Bogeyman Taxes

Ezra Klein had an op ed in yesterday’s Los Angeles Times titled “Give bigger government a chance” online and “Government by Bake Sale” in the print edition. Ezra argues that there’s a backlash growing against conservative arguments that “smaller” government is always better, taxes are always “too high,” and privatization is the answer to all problems. He writes,

Libertarian humorist P.J. O’Rourke likes to say that “Republicans are the party that says government doesn’t work, and then they get elected and prove it.” Over the last few years, that’s been true. But government can work, and increasingly, Americans appear to be anticipating its return. A new Pew Research Center poll finds that public support for a societal safety net and for government protections is at its highest levels in more than a decade — which suggests that Americans don’t think bake sales are the way to fund their schools or that Philip Morris is really who they want subsidizing law enforcement. And in recent elections, the once popular “Taxpayer’s Bill of Rights” amendments that seemed so unstoppable a decade ago are being rejected and, in Colorado, repealed, as voters finally tire of paying the costs in broken infrastructure and insufficient public services.

Digby adds:

The Republicans just run on cutting taxes while promising all kinds of government largesse to get elected and get their hands on the treasury. It’s a very nice little racket that has far less to do with any kind of political philosophy and more to do with their inherent greed and corruption. They go as far as they can until the nation gets fed up and then they leave the field to the Democrats to clean up the carnage. …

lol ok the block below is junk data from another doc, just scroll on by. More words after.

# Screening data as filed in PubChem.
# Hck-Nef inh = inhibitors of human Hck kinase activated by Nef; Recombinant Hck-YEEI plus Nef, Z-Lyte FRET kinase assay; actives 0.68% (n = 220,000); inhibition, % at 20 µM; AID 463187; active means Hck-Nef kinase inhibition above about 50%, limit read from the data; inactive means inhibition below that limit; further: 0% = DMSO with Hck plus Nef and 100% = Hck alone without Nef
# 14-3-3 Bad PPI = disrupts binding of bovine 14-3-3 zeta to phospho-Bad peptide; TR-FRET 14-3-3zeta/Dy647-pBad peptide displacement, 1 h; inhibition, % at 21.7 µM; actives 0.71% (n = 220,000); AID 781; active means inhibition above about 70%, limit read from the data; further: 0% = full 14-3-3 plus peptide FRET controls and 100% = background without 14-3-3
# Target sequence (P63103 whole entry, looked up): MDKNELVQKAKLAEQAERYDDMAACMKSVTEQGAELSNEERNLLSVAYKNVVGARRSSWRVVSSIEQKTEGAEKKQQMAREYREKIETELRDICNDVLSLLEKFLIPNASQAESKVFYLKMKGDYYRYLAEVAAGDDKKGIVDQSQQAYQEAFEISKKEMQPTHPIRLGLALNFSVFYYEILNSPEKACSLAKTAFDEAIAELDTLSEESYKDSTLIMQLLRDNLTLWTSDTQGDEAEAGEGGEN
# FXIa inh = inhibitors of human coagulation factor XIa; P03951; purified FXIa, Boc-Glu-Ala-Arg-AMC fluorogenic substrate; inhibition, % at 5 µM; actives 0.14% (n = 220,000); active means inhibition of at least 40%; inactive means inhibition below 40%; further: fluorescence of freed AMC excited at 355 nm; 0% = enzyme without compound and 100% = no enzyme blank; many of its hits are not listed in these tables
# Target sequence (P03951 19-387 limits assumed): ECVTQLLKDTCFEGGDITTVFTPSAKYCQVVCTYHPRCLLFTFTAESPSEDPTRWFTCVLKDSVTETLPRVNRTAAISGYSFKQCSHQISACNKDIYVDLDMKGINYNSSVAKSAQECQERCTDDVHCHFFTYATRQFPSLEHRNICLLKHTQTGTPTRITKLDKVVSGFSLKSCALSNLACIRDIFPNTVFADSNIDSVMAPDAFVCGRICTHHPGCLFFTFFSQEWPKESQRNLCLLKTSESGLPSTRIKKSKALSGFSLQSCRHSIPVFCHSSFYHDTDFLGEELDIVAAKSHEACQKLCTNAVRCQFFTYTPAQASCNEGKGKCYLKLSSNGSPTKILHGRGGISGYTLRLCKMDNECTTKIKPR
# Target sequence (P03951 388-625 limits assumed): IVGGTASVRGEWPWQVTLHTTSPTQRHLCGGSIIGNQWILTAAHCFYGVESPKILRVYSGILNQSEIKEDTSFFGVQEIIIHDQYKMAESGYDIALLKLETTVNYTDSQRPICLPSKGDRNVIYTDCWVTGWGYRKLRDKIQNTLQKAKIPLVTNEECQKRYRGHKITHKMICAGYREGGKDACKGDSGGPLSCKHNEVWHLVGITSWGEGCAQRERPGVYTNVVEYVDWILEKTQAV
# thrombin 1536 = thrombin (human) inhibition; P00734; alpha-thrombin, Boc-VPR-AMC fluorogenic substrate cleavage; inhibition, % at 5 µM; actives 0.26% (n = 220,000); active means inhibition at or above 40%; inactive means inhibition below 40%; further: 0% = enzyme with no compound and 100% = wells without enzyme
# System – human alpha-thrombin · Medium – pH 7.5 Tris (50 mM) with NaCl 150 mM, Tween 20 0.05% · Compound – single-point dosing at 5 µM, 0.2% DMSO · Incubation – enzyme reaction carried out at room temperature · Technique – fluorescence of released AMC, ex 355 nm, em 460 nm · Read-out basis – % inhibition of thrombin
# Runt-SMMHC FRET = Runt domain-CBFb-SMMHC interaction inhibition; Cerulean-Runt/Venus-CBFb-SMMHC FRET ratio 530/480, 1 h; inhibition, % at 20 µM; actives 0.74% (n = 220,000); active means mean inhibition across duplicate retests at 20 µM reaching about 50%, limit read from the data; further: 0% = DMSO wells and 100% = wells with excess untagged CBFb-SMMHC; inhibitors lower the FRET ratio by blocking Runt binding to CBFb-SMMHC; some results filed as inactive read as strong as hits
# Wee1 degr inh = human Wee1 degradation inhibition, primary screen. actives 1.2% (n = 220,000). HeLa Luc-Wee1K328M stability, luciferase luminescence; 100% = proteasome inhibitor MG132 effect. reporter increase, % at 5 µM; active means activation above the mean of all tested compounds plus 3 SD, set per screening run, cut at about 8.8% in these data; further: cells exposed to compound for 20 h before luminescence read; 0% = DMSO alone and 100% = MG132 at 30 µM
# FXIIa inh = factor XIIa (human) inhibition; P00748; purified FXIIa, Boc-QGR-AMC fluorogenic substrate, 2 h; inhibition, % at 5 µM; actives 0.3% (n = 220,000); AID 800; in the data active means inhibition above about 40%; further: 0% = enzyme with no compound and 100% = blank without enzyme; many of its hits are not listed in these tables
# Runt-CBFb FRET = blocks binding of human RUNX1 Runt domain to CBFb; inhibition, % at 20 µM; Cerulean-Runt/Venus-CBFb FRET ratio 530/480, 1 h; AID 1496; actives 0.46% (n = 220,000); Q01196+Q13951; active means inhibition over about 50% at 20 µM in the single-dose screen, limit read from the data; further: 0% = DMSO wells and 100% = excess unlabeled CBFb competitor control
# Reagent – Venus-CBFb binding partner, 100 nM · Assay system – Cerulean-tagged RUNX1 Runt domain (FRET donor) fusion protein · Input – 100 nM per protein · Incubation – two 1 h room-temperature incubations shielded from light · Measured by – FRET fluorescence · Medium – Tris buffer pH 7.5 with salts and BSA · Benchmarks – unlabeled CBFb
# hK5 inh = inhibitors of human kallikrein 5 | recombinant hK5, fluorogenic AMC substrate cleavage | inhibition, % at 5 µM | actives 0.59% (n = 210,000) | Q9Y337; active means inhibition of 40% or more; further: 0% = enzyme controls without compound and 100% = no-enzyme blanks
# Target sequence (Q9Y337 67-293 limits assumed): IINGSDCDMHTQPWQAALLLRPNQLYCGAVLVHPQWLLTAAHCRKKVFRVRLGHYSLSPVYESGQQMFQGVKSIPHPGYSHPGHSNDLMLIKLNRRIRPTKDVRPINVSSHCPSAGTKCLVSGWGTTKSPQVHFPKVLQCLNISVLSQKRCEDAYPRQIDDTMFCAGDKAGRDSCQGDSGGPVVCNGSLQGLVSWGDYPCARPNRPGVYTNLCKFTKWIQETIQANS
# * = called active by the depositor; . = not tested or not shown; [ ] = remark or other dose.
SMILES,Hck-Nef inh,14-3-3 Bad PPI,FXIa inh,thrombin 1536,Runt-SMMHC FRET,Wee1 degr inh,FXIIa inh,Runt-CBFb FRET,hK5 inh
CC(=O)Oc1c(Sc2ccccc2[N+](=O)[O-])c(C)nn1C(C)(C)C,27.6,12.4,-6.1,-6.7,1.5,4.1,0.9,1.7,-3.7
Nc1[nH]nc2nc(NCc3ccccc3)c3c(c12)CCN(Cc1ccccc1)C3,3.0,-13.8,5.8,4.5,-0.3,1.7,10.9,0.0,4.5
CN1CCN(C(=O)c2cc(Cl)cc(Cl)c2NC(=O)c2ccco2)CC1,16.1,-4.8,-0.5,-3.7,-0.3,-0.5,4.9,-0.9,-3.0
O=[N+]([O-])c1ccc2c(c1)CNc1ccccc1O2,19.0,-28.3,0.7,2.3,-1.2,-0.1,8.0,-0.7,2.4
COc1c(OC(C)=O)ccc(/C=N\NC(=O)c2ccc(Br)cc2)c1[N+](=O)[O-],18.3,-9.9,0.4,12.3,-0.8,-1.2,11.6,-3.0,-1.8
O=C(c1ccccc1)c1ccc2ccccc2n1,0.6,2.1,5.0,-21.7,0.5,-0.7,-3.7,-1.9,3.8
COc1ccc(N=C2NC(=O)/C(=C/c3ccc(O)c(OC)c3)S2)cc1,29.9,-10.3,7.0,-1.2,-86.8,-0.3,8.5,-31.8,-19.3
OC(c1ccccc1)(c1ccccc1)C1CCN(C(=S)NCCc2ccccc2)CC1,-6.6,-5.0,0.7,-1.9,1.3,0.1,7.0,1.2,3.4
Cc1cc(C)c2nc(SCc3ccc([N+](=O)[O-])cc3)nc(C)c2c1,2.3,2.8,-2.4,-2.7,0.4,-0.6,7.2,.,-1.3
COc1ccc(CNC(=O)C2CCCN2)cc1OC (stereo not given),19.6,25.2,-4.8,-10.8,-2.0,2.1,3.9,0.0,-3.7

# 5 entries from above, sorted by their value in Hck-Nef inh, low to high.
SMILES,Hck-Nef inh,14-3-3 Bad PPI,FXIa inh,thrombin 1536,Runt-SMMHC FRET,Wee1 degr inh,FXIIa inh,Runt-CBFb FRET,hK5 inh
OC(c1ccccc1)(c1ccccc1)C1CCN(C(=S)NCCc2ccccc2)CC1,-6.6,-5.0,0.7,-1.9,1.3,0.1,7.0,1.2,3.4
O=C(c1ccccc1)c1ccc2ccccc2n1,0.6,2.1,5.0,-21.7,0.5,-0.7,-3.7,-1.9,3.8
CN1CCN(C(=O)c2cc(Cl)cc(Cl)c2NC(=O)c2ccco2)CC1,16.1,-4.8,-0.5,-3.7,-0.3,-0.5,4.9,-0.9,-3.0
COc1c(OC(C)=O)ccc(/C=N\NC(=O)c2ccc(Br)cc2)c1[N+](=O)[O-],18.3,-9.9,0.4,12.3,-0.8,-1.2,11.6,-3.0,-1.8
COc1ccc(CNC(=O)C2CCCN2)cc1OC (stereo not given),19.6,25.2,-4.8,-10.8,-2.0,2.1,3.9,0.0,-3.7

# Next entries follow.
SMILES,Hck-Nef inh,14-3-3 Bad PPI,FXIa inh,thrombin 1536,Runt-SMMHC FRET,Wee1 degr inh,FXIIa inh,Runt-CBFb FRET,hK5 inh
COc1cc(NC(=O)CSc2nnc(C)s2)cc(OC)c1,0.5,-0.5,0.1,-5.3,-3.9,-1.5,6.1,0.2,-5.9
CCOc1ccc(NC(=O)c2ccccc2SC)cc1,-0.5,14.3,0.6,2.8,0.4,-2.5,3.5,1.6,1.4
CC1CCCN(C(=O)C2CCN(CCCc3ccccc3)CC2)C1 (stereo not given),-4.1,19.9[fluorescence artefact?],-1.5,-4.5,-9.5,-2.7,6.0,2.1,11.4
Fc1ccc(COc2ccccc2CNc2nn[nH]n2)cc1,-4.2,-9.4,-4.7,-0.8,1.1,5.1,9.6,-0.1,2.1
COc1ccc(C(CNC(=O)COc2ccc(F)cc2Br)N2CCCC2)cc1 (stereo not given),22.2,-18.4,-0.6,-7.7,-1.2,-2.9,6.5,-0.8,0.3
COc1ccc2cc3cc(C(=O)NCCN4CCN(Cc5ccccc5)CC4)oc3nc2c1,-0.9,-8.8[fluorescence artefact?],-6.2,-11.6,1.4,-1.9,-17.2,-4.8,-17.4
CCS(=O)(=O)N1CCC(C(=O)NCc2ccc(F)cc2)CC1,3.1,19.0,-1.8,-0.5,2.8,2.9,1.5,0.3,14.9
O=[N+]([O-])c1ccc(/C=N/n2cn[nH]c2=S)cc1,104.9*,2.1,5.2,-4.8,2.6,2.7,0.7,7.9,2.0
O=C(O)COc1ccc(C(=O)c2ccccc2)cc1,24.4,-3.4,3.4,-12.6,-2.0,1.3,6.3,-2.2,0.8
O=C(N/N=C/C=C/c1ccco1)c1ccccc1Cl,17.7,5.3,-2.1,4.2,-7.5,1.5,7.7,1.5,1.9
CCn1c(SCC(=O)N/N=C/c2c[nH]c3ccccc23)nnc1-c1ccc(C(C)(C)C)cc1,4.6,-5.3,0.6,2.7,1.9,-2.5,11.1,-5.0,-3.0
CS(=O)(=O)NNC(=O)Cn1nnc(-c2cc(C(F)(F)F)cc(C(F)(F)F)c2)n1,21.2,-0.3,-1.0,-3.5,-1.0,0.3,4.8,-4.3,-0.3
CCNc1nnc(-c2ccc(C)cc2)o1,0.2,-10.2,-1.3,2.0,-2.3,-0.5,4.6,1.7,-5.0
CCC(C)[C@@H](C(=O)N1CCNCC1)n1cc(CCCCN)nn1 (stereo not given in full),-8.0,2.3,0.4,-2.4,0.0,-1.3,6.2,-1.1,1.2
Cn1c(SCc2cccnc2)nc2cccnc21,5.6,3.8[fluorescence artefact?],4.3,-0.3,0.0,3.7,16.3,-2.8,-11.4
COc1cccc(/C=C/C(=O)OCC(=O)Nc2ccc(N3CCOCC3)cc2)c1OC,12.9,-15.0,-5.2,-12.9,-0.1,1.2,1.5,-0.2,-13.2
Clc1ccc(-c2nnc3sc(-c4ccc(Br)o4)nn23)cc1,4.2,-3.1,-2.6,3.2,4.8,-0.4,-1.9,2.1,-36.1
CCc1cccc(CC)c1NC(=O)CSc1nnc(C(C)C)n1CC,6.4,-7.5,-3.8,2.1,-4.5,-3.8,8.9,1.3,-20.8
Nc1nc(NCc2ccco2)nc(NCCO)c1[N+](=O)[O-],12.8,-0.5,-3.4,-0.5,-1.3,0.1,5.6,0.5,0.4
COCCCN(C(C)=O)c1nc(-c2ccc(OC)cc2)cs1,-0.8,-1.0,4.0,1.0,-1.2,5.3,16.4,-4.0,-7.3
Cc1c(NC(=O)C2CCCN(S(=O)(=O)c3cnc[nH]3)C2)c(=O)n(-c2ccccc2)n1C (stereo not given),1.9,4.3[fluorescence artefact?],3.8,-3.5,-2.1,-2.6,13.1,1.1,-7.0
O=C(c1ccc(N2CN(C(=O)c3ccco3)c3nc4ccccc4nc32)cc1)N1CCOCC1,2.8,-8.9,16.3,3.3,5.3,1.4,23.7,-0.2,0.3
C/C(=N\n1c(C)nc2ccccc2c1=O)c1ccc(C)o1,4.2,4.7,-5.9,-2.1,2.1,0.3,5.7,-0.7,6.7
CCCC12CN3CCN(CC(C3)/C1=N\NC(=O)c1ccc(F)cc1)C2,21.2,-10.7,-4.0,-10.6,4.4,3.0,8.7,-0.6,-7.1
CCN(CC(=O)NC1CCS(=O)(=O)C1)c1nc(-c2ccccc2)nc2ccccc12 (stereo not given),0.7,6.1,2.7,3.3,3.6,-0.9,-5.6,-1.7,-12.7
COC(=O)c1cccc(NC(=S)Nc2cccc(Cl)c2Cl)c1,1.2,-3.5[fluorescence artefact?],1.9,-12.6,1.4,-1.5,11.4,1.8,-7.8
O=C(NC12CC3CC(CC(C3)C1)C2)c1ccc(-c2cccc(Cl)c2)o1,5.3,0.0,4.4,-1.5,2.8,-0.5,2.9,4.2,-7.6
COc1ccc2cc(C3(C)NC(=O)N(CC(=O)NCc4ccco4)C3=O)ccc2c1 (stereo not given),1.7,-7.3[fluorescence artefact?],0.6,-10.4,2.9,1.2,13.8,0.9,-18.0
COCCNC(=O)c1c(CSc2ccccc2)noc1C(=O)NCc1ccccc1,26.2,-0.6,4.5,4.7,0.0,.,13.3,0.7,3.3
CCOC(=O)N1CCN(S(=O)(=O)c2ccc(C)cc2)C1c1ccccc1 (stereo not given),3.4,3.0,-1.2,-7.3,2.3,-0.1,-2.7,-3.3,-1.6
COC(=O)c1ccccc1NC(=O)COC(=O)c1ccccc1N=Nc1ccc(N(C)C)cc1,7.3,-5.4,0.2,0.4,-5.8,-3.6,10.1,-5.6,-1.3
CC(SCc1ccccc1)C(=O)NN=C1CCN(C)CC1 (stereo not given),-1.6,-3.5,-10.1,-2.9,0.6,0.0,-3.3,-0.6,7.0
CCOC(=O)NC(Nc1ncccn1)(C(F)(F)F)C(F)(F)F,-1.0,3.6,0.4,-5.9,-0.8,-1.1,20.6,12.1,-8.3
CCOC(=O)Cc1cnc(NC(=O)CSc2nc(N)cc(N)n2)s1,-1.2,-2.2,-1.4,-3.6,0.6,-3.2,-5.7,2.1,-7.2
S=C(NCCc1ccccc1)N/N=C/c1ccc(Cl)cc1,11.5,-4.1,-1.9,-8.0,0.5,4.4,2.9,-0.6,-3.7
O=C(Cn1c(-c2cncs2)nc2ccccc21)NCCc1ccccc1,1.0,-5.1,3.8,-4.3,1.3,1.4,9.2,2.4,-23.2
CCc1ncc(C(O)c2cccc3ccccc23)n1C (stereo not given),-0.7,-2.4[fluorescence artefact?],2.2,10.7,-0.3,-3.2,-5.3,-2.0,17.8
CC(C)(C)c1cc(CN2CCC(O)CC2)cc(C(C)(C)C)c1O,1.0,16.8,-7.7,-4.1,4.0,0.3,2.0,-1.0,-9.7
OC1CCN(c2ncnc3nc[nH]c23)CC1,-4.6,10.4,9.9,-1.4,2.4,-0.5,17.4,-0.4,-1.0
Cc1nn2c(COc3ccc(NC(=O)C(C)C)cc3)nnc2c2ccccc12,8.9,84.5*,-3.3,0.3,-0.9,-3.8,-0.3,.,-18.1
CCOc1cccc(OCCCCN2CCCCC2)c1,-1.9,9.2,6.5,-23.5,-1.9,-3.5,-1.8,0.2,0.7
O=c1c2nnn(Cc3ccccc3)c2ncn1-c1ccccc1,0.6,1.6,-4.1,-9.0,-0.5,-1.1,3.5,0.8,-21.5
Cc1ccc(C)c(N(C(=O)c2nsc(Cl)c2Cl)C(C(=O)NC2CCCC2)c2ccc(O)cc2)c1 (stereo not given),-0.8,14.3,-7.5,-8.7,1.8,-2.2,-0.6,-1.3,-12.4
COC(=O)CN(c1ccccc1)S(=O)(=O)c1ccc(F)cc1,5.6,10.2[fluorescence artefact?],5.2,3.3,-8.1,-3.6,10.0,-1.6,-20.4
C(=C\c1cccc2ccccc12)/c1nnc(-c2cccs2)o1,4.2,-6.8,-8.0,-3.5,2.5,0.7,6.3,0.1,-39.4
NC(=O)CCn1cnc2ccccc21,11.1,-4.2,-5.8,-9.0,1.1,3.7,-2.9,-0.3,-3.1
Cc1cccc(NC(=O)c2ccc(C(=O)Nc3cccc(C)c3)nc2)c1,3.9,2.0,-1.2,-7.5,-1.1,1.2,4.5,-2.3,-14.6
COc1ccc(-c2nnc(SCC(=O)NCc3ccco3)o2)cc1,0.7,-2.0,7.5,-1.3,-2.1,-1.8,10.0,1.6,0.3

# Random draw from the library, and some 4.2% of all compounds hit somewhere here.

… It’s not that taxes were ever popular, any more than paying your electric bill is “popular” or buying a new furnace is “popular.” But until the GOP hit on their free lunch propaganda they were just considered a fact of life (“death and taxes”) as long as the rich weren’t perceived to be getting off easy and the government was delivering services to the people. Republican campaign tactics and governance have pretty much destroyed that resigned acceptance by making people believe that taxes are inherently evil and if the government needs to do something it will magically find the money some other way. The truth is that the Republicans have been running a game that’s the equivalent of you or I taking off work without pay for weeks so we can go to Vegas and play roulette with our credit cards. One only hopes “the grown-ups” haven’t gone so far that we will have to spend the next decade suffering from the hangover.

What is it with Americans and taxes? I’m sure if you went about asking people “Do you think taxes are too high?” most of them would say yes, because that’s what they think they’re supposed to say. We’ve had years of politicians and pundits shrieking at us that taxes are too high, so it must be true, right? When some notion becomes embedded into our national mythos it can take real courage to say out loud no, I don’t think that. So most people reflexively will concur that taxes are too high, whether they are or not.

Of course, then you have to consider what “too high” means, and compared to what? Americans, I believe, pay lower taxes overall than people in many other industrialized democracies. But let’s just say “too high” is “more than I think I ought to be paying.”

Right after the 2006 midterm elections, Lawrence Levy of New York Newsday wrote a column about the suburban voters who had swung away from Republicans and voted for Democrats.